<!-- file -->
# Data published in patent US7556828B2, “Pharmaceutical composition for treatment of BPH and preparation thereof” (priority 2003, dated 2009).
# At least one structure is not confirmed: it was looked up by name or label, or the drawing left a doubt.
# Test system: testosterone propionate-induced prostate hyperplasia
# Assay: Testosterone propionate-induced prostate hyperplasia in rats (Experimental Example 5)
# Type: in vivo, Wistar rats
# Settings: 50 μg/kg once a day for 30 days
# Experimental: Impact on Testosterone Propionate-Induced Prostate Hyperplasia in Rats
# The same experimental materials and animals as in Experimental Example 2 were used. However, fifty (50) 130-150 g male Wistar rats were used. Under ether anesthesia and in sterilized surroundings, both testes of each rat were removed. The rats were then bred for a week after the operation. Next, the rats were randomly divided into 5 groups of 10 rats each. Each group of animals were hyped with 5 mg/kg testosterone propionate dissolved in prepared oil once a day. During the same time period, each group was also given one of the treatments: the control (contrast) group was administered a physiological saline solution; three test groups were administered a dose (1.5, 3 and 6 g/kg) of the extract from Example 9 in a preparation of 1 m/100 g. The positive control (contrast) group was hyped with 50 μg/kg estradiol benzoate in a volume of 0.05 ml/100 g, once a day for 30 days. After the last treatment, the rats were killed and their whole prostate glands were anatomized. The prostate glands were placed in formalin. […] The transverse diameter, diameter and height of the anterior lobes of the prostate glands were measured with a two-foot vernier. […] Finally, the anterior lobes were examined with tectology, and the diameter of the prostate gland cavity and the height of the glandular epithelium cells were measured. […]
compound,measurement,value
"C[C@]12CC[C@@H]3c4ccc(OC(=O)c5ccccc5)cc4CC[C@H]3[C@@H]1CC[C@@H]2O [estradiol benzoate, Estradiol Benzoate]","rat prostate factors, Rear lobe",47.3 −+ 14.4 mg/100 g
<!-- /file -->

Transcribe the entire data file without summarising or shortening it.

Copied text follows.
# Data published in patent US7556828B2, “Pharmaceutical composition for treatment of BPH and preparation thereof” (priority 2003, dated 2009).
# At least one structure is not confirmed: it was looked up by name or label, or the drawing left a doubt.
# Test system: testosterone propionate-induced prostate hyperplasia
# Assay: Testosterone propionate-induced prostate hyperplasia in rats (Experimental Example 5)
# Type: in vivo, Wistar rats
# Settings: 50 μg/kg once a day for 30 days
# Experimental: Impact on Testosterone Propionate-Induced Prostate Hyperplasia in Rats
# The same experimental materials and animals as in Experimental Example 2 were used. However, fifty (50) 130-150 g male Wistar rats were used. Under ether anesthesia and in sterilized surroundings, both testes of each rat were removed. The rats were then bred for a week after the operation. Next, the rats were randomly divided into 5 groups of 10 rats each. Each group of animals were hyped with 5 mg/kg testosterone propionate dissolved in prepared oil once a day. During the same time period, each group was also given one of the treatments: the control (contrast) group was administered a physiological saline solution; three test groups were administered a dose (1.5, 3 and 6 g/kg) of the extract from Example 9 in a preparation of 1 m/100 g. The positive control (contrast) group was hyped with 50 μg/kg estradiol benzoate in a volume of 0.05 ml/100 g, once a day for 30 days. After the last treatment, the rats were killed and their whole prostate glands were anatomized. The prostate glands were placed in formalin. […] The transverse diameter, diameter and height of the anterior lobes of the prostate glands were measured with a two-foot vernier. […] Finally, the anterior lobes were examined with tectology, and the diameter of the prostate gland cavity and the height of the glandular epithelium cells were measured. […]
compound,measurement,value
"C[C@]12CC[C@@H]3c4ccc(OC(=O)c5ccccc5)cc4CC[C@H]3[C@@H]1CC[C@@H]2O [estradiol benzoate, Estradiol Benzoate]","rat prostate factors, Rear lobe",47.3 −+ 14.4 mg/100 g